Snail's Postcard Post

Women of Music

Today’s Women’s History Month-inspired post is all about women in the world of music.

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Appropriately for Women’s History Month, it was Grandma Snail who sent me this Janis Joplin postcard. The photograph was taken in Janis Joplin’s hometown, where she was born in 1943.

The charismatic singer, looking ever joyous and self assured had a simultaneous dark side of drug and alcohol abuse, as was the tragic history of the blues legends she admired. It’s hard to think of Janis Joplin without momentarily grieving her initiation into The 27 Club. She made such an impact, gave so much to the world musically, in only about six years (1964-1970). That’s what I try to remember. I also admire her for overcoming a status quo culture to lead in a progressive one. As a teenager, Joplin had been overweight and developed severe, scarring acne, for which she was generally bullied. She found friendship, however, with a group of other misfits. One of her friends had blues albums by the likes of Bessie Smith, Ma Rainey and Lead Belly. She was inspired to sing.  She soon discovered Odetta, Big Mama Thornton and Billie Holiday, and joined the local choir. Then she hit the road to San Francisco and let that voice and spirit carry.

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Yes, I shared this postcard in the Black History Month post, and here Ms. Fitzgerald is again! The First Lady of Song was born in Virginia in 1917. Fitzgerald’s family moved to Yonkers just outside New York City, where her mother died in 1932, after which she was abused by her stepfather. She worked for a spell as a lookout at a bordello and with a numbers runner for the Mafia before being sent to an orphanage in the Bronx. After running away from reform school, she found herself homeless.

At the age of seventeen Ella Fitzgerald began singing at the Apollo Theater in Harlem. Soon she moved onto Harlem’s Savoy Ballroom with Chick Webb’s band. Fitzgerald’s 1938 recording of “A-Tisket, A-Tasket” was her first hit. The song sounds cloying sung by everyone else I’ve heard–she seems to be the only one who could manage it with un-ironic whimsy. When Chick Webb passed away in 1939, she became the new bandleader.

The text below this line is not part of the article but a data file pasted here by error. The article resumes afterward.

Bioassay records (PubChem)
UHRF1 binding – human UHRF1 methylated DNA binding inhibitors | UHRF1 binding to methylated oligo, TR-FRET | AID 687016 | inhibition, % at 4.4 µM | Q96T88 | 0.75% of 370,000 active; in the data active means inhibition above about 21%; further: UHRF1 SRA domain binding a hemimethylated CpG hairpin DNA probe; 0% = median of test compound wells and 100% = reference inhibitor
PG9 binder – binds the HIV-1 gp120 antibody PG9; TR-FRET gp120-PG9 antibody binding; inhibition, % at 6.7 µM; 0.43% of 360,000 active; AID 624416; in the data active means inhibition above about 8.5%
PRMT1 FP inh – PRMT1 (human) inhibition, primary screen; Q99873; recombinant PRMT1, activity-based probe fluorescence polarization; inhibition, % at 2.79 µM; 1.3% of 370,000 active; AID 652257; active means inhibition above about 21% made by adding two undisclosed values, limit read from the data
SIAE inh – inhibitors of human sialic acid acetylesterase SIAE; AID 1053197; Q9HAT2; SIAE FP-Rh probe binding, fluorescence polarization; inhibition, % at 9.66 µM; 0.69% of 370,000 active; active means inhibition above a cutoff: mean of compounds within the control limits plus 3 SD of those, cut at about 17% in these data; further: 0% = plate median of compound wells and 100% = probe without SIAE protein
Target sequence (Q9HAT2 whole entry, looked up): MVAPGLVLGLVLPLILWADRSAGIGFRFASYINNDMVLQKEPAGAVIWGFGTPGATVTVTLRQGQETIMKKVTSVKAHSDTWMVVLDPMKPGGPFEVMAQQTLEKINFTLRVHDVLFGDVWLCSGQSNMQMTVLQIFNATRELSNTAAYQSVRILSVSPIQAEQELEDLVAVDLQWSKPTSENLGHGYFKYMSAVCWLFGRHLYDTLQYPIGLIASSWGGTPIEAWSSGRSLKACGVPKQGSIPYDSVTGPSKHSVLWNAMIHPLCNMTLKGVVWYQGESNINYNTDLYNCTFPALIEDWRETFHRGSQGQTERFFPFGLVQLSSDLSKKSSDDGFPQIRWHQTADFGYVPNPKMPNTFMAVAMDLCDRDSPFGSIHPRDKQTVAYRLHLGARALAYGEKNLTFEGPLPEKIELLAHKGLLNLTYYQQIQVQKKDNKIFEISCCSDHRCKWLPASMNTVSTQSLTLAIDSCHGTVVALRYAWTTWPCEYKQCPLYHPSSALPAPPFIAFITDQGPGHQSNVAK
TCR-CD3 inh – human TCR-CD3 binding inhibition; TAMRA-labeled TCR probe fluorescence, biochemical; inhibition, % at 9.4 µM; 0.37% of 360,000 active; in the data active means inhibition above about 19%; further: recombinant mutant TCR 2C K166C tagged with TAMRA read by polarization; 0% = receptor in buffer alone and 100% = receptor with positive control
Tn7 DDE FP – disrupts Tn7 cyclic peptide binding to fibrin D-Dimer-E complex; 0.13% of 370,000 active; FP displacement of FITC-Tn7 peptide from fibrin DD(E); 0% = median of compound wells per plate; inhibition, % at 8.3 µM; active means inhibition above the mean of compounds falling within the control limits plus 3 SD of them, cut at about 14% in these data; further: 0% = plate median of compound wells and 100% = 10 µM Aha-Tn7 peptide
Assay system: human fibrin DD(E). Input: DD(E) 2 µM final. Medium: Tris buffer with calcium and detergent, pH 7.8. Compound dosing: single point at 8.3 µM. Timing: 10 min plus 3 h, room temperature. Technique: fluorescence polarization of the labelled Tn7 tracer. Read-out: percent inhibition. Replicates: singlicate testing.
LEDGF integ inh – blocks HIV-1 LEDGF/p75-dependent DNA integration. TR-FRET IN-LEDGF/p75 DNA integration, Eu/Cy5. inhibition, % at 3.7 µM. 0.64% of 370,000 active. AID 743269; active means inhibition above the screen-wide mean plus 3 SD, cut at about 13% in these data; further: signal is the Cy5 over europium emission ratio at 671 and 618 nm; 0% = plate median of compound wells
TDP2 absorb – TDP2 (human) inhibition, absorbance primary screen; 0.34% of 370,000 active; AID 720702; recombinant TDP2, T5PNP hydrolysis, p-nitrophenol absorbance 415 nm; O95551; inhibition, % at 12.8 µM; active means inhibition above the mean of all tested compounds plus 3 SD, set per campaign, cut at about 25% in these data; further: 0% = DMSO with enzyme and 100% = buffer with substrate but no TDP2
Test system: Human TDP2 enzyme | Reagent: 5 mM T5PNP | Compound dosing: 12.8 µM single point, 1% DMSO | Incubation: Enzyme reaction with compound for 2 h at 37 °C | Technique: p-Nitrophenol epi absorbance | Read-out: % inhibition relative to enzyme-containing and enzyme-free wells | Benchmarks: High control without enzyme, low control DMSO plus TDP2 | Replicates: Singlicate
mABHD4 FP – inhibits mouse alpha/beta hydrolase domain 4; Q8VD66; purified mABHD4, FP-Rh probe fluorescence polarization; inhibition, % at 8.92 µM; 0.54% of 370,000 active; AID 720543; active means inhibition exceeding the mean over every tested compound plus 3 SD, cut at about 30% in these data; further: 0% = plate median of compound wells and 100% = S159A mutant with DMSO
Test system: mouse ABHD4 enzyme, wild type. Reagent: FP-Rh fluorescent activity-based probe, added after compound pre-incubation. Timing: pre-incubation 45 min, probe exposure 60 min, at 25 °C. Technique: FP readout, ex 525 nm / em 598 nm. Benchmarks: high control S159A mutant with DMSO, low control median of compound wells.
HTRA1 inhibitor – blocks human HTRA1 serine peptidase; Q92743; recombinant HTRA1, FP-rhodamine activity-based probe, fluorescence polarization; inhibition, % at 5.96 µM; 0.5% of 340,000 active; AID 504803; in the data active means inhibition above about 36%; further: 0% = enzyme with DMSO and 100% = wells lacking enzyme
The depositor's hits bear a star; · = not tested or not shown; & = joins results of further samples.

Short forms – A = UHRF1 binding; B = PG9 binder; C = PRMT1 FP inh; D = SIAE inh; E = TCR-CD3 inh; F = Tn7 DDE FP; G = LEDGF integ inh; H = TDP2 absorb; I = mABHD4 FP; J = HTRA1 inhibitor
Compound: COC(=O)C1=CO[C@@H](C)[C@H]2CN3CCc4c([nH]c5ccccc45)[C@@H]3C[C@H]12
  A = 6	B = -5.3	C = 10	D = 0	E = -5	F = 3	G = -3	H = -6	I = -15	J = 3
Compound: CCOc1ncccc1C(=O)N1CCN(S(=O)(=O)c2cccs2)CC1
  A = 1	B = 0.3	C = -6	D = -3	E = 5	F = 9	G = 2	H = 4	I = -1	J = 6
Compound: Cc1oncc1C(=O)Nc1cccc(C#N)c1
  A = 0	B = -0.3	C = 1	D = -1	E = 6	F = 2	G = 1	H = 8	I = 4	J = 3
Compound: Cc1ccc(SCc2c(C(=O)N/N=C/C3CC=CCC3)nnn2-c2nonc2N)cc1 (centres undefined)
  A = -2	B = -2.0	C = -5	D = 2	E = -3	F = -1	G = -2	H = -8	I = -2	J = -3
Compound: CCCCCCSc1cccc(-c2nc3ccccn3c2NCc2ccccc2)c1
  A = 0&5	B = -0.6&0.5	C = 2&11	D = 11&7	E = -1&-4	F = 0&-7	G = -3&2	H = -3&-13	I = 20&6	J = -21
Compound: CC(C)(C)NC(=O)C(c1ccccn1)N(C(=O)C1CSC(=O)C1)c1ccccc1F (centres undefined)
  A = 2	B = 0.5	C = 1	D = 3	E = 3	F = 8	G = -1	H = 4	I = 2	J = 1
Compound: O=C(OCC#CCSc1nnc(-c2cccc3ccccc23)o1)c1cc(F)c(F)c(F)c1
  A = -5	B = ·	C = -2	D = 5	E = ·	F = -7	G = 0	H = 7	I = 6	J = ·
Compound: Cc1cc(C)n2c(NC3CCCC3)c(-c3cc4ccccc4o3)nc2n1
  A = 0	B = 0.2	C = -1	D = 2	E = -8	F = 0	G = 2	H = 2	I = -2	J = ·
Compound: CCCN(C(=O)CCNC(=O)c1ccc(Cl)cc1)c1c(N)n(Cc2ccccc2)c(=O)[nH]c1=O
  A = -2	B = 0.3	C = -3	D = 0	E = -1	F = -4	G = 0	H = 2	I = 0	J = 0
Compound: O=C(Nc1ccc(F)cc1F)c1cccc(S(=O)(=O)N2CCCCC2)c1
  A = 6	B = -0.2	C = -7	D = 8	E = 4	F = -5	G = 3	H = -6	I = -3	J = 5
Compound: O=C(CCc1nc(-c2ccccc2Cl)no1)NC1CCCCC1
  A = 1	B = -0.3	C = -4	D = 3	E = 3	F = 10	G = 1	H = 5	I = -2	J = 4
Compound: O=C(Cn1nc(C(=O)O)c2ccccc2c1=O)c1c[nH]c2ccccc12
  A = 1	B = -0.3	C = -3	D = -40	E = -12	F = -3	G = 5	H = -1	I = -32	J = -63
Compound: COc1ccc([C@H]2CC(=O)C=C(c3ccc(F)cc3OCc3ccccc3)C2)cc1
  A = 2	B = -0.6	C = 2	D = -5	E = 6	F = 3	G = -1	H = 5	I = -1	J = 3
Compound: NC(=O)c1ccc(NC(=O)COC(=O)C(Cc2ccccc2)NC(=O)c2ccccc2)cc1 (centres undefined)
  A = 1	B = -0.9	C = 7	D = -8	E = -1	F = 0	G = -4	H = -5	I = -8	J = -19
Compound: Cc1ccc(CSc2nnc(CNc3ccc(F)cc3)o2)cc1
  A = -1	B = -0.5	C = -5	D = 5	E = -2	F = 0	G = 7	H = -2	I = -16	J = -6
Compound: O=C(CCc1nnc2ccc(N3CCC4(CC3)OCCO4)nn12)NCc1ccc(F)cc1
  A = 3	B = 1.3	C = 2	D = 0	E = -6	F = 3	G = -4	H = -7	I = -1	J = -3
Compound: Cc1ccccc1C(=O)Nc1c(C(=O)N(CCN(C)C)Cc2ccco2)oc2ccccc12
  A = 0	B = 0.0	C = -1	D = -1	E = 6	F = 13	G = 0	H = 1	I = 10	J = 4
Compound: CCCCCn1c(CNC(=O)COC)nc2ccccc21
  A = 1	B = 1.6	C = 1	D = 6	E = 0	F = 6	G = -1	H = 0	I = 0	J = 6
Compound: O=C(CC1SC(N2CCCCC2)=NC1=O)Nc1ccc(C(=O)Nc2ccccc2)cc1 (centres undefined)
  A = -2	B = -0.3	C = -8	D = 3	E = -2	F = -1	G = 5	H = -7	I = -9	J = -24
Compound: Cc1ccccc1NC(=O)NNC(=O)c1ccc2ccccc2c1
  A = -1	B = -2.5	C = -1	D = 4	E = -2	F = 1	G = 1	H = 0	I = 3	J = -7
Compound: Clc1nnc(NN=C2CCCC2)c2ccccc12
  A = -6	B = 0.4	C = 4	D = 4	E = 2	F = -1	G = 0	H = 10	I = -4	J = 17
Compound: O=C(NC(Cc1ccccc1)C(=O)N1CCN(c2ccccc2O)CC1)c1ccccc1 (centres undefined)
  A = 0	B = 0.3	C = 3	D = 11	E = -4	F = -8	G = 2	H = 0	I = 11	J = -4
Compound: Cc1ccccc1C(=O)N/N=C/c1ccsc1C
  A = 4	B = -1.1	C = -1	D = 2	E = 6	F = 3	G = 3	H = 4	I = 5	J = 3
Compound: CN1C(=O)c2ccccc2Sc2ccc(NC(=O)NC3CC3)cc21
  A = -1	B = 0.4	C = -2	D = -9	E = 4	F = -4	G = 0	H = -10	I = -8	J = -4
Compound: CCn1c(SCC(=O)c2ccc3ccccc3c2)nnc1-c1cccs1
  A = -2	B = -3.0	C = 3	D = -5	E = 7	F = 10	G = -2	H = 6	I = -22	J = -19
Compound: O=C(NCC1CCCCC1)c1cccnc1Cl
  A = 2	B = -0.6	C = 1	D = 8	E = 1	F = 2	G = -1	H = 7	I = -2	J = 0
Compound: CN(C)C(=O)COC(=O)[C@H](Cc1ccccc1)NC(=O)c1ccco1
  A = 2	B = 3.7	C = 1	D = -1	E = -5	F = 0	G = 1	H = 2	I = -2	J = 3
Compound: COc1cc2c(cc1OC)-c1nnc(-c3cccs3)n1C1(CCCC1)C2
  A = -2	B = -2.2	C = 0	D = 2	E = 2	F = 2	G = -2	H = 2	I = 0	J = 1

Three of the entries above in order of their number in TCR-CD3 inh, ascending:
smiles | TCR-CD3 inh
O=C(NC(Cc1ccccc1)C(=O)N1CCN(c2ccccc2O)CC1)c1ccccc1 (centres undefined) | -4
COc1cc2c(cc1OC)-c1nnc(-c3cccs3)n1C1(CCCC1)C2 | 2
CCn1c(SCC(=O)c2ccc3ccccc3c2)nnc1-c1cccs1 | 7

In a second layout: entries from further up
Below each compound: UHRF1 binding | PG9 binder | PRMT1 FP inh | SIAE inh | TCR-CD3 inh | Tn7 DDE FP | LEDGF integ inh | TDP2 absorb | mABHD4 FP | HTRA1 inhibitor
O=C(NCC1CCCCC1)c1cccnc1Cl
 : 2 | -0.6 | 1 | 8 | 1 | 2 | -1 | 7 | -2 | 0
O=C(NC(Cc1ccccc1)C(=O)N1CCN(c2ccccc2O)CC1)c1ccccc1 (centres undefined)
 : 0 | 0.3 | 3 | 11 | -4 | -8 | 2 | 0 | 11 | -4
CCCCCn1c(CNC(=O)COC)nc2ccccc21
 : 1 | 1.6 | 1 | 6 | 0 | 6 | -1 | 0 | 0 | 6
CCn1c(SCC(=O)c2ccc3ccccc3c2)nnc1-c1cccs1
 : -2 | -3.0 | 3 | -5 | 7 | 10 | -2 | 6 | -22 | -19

Then in 1942, she went solo, signing with Decca Records. Developing upon her work with Dizzy Gillespie’s big band, she began her signature improvisational scat-singing. As she once explained, “I just tried to do what I heard the horns in the band doing.” This vocal jam style inspired innumerable singers to come.    

Ella Fitzgerald passed away in 1996. Just a few hours after her death, the Playboy Jazz Festival opened at the Hollywood Bowl. The marquee read: “Ella We Will Miss You.” Amen.

bio_leibovitzAnnie Leibovitz
Photograph by Paul Gilmore, image from Vanity Fair
http://www.vanityfair.com/magazine/bios/bio_leibovitz

This photograph of Ella Fitzgerald was taken by Annie Leibovitz, one of the ultimate celebrity portraitists. Her father was a lieutenant colonel in the U.S. Air Force. She took her first photographs while living in the Philippines, where her father was stationed during the Vietnam War. Going further into her personal/creative experience, Leibovitz was Susan Sontag’s partner in the last decade of the National Book Award-winning author’s life (d. 2004). 

In 1970, Leibovitz began work as a staff photographer at the newly launched Rolling Stone magazine. (The best known photograph of her extensive career is probably the Rolling Stone cover of Yoko Ono and a naked John Lennon.) She became chief photographer in 1973, holding that position for ten years. Leibovitz thus defined the look of one of the most well known magazines while simultaneously capturing some of the most intimate views of the world’s rock gods. 

Leibovitz was the official photographer for the Rolling Stones’ 1975 Tour of the Americas.

In 1983, she switched from Rolling Stone magazine to Vanity Fair, to which she continues to contribute. In 1991, she mounted an exhibition at the U.S. National Portrait Gallery, the first woman to ever show there, and only the second living artist to do so. 

IMG_5226Just contrived girl group pop, but I love the postcard! Here’s the other side:

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I’ve told you about my hero Janet Klein…The ukelele playing chanteuse performs songs from the 1910’s, ’20s and ’30s with her band of excellent jazz musicians, The Parlor Boys. By day, Ms. Klein is a print designer, so all her show-announcement postcards are exquisite. To see my collection of them, take a peak at this post.

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Come back to Snail’s Postcard Post tomorrow for postcards of women in the world of dance. 

 

    

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This entry was published on March 5, 2013 at 8:04 pm. It’s filed under Music and tagged , , , , , , , , , , , , , , , , , , , , , , . Bookmark the permalink. Follow any comments here with the RSS feed for this post.

2 thoughts on “Women of Music

  1. Pingback: The Musician Portrait Gallery | Snail's Postcard Post

  2. Pingback: Women’s History Month II | Snail's Postcard Post

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